Why aren’t we outside by the lake right now, eyes closed and simply enjoying the feel of the sun and the wind? Because we think we’ll live forever. Otherwise, we’d be elsewhere, taking in the sun, wind and water. We’re crazy, actually. When you can’t get out of your bed, you think: “How in the world could I have wasted this much time? I should have been enjoying these things every day.” Suffering is a wake-up call. Life is short, and you shouldn’t waste it. You shouldn’t waste what you have, especially when it comes to your friends and loved ones. We humans tends to denigrate what we have and want what we don’t have. Not to beat a dead horse, but the fact is that all of a sudden you have a big warning sign waved in front of you, telling you, “Don’t forget you have all these people around you. Don’t forget you have the sun and the wind. Don’t forget to live.”

Now that you’ve recovered, have you been able to retain this same awareness?

That’s the rub. Life outside of the hospital is all about following through with the sermons you gave yourself on your sickbed. I have to be worthy of the person I was on my sickbed, otherwise it’s a betrayal of myself after my fall. In any case, I’m trying to keep all the promises I made to myself back then. I enjoy my life more. My joy for things has become more intense.

You write that you shouldn’t be rebellious or resigned in response to the accident. Instead, you have to “invent a new approach to life, a new way to continue your journey in the company of another person, weakness.” Is this what you’ve done?

I haven’t become wise, as much as I’d like to. But my life has changed. The accident changed me on a biological level: I move more slowly, I lose my breath, my lungs aren’t in as good a shape, I can’t drink a drop of alcohol, and I’m epileptic, so I have to be careful about getting regular sleep. All of this means I can no longer have the same lifestyle I enjoyed before: the life of a bad boy roaming the streets of Paris by night. I’ve become wiser not because I’ve actually gained wisdom but because my body has forced me to do so for health reasons.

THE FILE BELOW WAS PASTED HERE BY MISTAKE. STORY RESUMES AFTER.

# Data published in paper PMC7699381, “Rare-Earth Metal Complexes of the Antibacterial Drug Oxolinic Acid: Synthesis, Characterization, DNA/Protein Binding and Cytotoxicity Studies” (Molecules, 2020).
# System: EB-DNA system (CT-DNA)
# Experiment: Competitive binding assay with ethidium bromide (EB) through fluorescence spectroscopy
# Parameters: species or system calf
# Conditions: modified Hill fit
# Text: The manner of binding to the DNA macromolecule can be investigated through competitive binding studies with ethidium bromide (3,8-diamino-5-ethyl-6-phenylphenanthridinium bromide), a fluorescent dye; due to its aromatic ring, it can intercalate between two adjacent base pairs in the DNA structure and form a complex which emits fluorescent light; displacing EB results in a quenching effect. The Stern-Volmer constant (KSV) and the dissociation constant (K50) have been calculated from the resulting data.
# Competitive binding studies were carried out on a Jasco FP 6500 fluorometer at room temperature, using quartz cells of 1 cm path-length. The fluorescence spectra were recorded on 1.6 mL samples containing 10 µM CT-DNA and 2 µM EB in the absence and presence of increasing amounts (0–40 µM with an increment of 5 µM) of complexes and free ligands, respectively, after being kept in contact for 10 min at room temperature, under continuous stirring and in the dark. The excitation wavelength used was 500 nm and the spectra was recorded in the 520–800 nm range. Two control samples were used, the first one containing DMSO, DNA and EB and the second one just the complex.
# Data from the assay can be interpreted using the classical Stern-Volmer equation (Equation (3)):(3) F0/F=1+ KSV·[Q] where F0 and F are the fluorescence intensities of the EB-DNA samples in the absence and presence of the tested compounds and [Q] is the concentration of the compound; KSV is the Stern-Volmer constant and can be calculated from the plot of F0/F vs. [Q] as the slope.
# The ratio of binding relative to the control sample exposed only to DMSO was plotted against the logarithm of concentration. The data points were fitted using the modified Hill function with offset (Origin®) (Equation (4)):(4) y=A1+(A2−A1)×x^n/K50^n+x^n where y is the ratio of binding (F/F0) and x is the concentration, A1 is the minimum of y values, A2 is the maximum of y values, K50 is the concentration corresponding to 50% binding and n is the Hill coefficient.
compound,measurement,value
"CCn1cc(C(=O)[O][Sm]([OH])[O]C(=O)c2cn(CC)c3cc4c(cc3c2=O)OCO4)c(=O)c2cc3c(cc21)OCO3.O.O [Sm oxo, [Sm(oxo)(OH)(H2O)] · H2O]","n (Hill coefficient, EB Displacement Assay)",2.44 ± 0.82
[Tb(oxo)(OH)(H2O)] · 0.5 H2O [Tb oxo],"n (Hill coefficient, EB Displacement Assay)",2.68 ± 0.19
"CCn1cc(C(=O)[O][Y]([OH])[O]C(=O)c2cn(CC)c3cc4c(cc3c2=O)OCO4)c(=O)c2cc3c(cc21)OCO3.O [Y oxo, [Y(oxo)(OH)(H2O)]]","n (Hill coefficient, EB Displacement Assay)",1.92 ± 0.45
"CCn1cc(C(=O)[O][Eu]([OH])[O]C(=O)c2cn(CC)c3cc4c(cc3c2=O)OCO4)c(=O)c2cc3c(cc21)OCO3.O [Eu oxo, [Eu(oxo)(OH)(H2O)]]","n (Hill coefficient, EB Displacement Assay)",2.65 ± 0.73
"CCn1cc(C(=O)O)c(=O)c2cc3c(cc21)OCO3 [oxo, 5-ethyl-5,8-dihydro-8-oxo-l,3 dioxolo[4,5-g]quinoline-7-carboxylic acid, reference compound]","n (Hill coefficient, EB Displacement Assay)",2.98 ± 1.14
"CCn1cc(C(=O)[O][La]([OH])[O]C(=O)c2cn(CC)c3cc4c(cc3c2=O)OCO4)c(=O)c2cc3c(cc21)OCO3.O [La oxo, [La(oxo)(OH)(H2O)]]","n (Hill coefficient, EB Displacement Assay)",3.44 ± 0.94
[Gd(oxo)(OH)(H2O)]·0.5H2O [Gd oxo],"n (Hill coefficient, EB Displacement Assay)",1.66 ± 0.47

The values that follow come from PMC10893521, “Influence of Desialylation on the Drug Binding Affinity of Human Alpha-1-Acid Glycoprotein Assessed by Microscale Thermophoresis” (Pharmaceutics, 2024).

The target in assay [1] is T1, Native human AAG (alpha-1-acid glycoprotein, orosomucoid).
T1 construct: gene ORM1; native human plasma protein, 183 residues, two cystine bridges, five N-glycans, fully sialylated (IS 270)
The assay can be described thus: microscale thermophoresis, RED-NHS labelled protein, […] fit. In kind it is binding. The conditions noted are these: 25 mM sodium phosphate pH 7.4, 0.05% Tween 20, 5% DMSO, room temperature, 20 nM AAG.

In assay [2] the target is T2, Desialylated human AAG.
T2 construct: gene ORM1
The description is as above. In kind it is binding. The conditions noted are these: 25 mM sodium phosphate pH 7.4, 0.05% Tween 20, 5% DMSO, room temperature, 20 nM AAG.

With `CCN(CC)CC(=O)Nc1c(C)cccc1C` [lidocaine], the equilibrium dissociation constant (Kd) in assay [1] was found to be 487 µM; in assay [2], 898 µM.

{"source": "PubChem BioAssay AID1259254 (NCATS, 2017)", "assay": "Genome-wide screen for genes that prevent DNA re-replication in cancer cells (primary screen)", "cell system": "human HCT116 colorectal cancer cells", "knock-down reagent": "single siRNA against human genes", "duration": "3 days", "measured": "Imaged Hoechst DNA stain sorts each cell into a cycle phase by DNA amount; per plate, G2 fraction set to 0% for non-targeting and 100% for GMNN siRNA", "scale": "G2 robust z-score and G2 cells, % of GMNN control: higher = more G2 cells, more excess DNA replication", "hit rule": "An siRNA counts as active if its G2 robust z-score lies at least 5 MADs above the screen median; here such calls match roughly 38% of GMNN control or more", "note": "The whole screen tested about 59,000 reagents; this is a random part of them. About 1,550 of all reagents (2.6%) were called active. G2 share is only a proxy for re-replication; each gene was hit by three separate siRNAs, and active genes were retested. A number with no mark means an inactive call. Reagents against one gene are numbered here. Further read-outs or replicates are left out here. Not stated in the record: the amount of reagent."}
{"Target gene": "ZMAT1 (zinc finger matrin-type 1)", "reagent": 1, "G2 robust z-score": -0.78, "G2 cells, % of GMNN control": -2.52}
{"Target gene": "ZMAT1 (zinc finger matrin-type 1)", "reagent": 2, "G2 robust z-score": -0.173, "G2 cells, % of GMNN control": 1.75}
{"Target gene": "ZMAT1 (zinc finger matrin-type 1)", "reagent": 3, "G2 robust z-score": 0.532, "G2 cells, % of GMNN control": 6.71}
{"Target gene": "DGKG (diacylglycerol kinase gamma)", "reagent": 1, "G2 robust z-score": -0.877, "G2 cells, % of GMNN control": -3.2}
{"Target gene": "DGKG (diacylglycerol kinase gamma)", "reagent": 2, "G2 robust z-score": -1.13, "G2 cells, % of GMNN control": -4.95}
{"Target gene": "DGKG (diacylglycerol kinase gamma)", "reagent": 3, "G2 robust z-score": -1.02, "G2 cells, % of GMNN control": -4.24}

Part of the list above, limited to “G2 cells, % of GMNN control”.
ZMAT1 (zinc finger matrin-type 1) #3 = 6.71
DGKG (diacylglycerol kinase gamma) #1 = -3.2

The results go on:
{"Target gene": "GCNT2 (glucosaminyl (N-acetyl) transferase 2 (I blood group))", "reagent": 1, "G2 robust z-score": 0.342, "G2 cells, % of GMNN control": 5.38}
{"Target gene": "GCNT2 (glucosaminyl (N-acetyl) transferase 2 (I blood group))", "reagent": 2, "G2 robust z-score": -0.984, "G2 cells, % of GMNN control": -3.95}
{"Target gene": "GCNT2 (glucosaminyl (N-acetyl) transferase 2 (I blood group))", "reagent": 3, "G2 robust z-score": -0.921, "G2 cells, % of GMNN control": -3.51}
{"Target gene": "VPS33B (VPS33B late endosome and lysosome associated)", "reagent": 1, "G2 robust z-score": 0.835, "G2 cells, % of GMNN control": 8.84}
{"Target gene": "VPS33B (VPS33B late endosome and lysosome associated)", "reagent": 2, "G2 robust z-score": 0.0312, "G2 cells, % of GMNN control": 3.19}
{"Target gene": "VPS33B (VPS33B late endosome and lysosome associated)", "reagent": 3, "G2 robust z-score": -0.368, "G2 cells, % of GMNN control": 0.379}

Isn’t accepting your own weakness a kind of wisdom?

No; you’re confusing a limitation with a choice. Wisdom means suddenly changing yourself. It results in a metamorphosis because you’ve come to a certain conclusion. I just have to come to terms with a new pace of life. I didn’t rebel because I’m the only person responsible for what happened to me. I fell off a roof when I was drunk. But I didn’t give up either. I changed my lifestyle. I accept help sometimes, and I accept being last in line, being second string, and bringing up the rear, something I always hated in the past. Before my accident, I was a bit wild. That’s what I call acceptance. I have a lot of pain that I’ve learned to live with.

Alphonse Daudet named his pain. He called it “Doulou”. The way Daudet contracted his disease, syphilis, was pleasant, and he kept it at arm’s length by naming it like you would an object.

Personally, I believe in the power of forgetting. For example, this is the first time in three years that I’ve talked about it. I hate the idea of constantly thinking about yourself. It’s terrible to obsess over, publicise and explain your disease. It prolongs the pain. Hence why I wanted to walk. It wasn’t the best idea to leave just one year after my accident and sleep on a mat on the ground outside. It was idiotic, but it also saved me. By walking, I left my pain behind.